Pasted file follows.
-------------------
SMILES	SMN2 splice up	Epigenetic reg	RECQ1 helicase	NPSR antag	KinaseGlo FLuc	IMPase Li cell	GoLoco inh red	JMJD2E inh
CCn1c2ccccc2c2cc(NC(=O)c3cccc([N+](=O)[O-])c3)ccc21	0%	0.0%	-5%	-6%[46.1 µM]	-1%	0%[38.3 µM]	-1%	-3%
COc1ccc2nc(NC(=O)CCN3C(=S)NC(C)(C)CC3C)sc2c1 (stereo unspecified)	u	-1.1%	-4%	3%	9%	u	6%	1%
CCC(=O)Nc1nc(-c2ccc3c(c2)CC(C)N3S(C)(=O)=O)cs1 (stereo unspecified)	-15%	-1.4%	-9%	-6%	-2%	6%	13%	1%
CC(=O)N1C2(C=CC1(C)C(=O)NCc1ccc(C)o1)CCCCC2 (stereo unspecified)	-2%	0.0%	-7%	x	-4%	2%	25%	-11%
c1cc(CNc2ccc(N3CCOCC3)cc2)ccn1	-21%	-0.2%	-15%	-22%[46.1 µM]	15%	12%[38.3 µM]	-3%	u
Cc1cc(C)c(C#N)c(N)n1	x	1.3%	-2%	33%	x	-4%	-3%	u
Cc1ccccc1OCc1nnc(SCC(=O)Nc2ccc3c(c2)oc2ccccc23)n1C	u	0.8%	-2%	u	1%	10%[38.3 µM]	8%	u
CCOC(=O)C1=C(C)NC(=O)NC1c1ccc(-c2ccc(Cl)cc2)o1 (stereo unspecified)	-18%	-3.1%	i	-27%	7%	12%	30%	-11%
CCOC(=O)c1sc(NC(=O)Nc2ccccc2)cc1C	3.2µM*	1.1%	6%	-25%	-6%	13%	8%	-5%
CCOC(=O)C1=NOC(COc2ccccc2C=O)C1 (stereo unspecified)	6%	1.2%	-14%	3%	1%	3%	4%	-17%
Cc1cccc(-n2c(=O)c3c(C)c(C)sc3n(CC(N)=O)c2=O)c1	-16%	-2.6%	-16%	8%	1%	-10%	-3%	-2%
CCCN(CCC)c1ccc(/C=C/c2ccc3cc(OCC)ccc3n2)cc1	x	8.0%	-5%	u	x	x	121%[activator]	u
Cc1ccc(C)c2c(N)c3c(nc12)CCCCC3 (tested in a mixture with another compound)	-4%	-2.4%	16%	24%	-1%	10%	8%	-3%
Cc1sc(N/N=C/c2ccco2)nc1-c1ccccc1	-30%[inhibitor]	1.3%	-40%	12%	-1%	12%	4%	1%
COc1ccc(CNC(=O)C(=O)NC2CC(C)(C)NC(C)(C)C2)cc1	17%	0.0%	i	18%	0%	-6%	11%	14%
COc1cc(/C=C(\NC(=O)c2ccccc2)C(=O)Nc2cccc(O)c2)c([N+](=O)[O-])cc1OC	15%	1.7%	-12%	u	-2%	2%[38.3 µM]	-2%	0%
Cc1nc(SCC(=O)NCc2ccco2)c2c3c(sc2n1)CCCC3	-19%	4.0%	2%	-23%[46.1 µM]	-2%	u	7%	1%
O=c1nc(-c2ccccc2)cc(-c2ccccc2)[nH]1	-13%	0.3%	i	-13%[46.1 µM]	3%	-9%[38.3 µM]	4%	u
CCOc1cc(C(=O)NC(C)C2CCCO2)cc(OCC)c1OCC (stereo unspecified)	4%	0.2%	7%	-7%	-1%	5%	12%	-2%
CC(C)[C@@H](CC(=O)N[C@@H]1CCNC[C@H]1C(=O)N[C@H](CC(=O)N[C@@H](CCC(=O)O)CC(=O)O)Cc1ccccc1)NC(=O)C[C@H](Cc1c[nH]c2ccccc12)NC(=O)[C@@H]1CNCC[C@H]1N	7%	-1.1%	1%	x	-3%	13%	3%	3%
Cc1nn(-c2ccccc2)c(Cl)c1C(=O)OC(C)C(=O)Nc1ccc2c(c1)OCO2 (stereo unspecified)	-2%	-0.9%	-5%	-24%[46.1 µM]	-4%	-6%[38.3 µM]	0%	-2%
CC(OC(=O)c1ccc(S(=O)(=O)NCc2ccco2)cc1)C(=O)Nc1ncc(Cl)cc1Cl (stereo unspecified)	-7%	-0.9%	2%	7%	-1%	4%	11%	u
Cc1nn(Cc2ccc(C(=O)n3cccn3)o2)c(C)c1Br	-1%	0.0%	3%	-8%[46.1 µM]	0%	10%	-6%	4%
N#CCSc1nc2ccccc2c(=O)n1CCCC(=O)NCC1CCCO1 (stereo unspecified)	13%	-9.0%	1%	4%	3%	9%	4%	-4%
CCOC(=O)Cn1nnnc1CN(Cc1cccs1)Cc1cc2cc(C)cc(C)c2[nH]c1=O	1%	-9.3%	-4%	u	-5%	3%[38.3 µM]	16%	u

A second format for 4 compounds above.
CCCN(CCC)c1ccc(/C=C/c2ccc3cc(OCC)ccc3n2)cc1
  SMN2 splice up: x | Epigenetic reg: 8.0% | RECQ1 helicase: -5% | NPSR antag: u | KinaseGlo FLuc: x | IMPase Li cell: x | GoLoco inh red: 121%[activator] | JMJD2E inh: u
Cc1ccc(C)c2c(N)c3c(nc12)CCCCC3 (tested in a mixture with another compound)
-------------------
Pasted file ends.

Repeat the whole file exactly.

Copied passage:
SMILES	SMN2 splice up	Epigenetic reg	RECQ1 helicase	NPSR antag	KinaseGlo FLuc	IMPase Li cell	GoLoco inh red	JMJD2E inh
CCn1c2ccccc2c2cc(NC(=O)c3cccc([N+](=O)[O-])c3)ccc21	0%	0.0%	-5%	-6%[46.1 µM]	-1%	0%[38.3 µM]	-1%	-3%
COc1ccc2nc(NC(=O)CCN3C(=S)NC(C)(C)CC3C)sc2c1 (stereo unspecified)	u	-1.1%	-4%	3%	9%	u	6%	1%
CCC(=O)Nc1nc(-c2ccc3c(c2)CC(C)N3S(C)(=O)=O)cs1 (stereo unspecified)	-15%	-1.4%	-9%	-6%	-2%	6%	13%	1%
CC(=O)N1C2(C=CC1(C)C(=O)NCc1ccc(C)o1)CCCCC2 (stereo unspecified)	-2%	0.0%	-7%	x	-4%	2%	25%	-11%
c1cc(CNc2ccc(N3CCOCC3)cc2)ccn1	-21%	-0.2%	-15%	-22%[46.1 µM]	15%	12%[38.3 µM]	-3%	u
Cc1cc(C)c(C#N)c(N)n1	x	1.3%	-2%	33%	x	-4%	-3%	u
Cc1ccccc1OCc1nnc(SCC(=O)Nc2ccc3c(c2)oc2ccccc23)n1C	u	0.8%	-2%	u	1%	10%[38.3 µM]	8%	u
CCOC(=O)C1=C(C)NC(=O)NC1c1ccc(-c2ccc(Cl)cc2)o1 (stereo unspecified)	-18%	-3.1%	i	-27%	7%	12%	30%	-11%
CCOC(=O)c1sc(NC(=O)Nc2ccccc2)cc1C	3.2µM*	1.1%	6%	-25%	-6%	13%	8%	-5%
CCOC(=O)C1=NOC(COc2ccccc2C=O)C1 (stereo unspecified)	6%	1.2%	-14%	3%	1%	3%	4%	-17%
Cc1cccc(-n2c(=O)c3c(C)c(C)sc3n(CC(N)=O)c2=O)c1	-16%	-2.6%	-16%	8%	1%	-10%	-3%	-2%
CCCN(CCC)c1ccc(/C=C/c2ccc3cc(OCC)ccc3n2)cc1	x	8.0%	-5%	u	x	x	121%[activator]	u
Cc1ccc(C)c2c(N)c3c(nc12)CCCCC3 (tested in a mixture with another compound)	-4%	-2.4%	16%	24%	-1%	10%	8%	-3%
Cc1sc(N/N=C/c2ccco2)nc1-c1ccccc1	-30%[inhibitor]	1.3%	-40%	12%	-1%	12%	4%	1%
COc1ccc(CNC(=O)C(=O)NC2CC(C)(C)NC(C)(C)C2)cc1	17%	0.0%	i	18%	0%	-6%	11%	14%
COc1cc(/C=C(\NC(=O)c2ccccc2)C(=O)Nc2cccc(O)c2)c([N+](=O)[O-])cc1OC	15%	1.7%	-12%	u	-2%	2%[38.3 µM]	-2%	0%
Cc1nc(SCC(=O)NCc2ccco2)c2c3c(sc2n1)CCCC3	-19%	4.0%	2%	-23%[46.1 µM]	-2%	u	7%	1%
O=c1nc(-c2ccccc2)cc(-c2ccccc2)[nH]1	-13%	0.3%	i	-13%[46.1 µM]	3%	-9%[38.3 µM]	4%	u
CCOc1cc(C(=O)NC(C)C2CCCO2)cc(OCC)c1OCC (stereo unspecified)	4%	0.2%	7%	-7%	-1%	5%	12%	-2%
CC(C)[C@@H](CC(=O)N[C@@H]1CCNC[C@H]1C(=O)N[C@H](CC(=O)N[C@@H](CCC(=O)O)CC(=O)O)Cc1ccccc1)NC(=O)C[C@H](Cc1c[nH]c2ccccc12)NC(=O)[C@@H]1CNCC[C@H]1N	7%	-1.1%	1%	x	-3%	13%	3%	3%
Cc1nn(-c2ccccc2)c(Cl)c1C(=O)OC(C)C(=O)Nc1ccc2c(c1)OCO2 (stereo unspecified)	-2%	-0.9%	-5%	-24%[46.1 µM]	-4%	-6%[38.3 µM]	0%	-2%
CC(OC(=O)c1ccc(S(=O)(=O)NCc2ccco2)cc1)C(=O)Nc1ncc(Cl)cc1Cl (stereo unspecified)	-7%	-0.9%	2%	7%	-1%	4%	11%	u
Cc1nn(Cc2ccc(C(=O)n3cccn3)o2)c(C)c1Br	-1%	0.0%	3%	-8%[46.1 µM]	0%	10%	-6%	4%
N#CCSc1nc2ccccc2c(=O)n1CCCC(=O)NCC1CCCO1 (stereo unspecified)	13%	-9.0%	1%	4%	3%	9%	4%	-4%
CCOC(=O)Cn1nnnc1CN(Cc1cccs1)Cc1cc2cc(C)cc(C)c2[nH]c1=O	1%	-9.3%	-4%	u	-5%	3%[38.3 µM]	16%	u

A second format for 4 compounds above.
CCCN(CCC)c1ccc(/C=C/c2ccc3cc(OCC)ccc3n2)cc1
  SMN2 splice up: x | Epigenetic reg: 8.0% | RECQ1 helicase: -5% | NPSR antag: u | KinaseGlo FLuc: x | IMPase Li cell: x | GoLoco inh red: 121%[activator] | JMJD2E inh: u
Cc1ccc(C)c2c(N)c3c(nc12)CCCCC3 (tested in a mixture with another compound)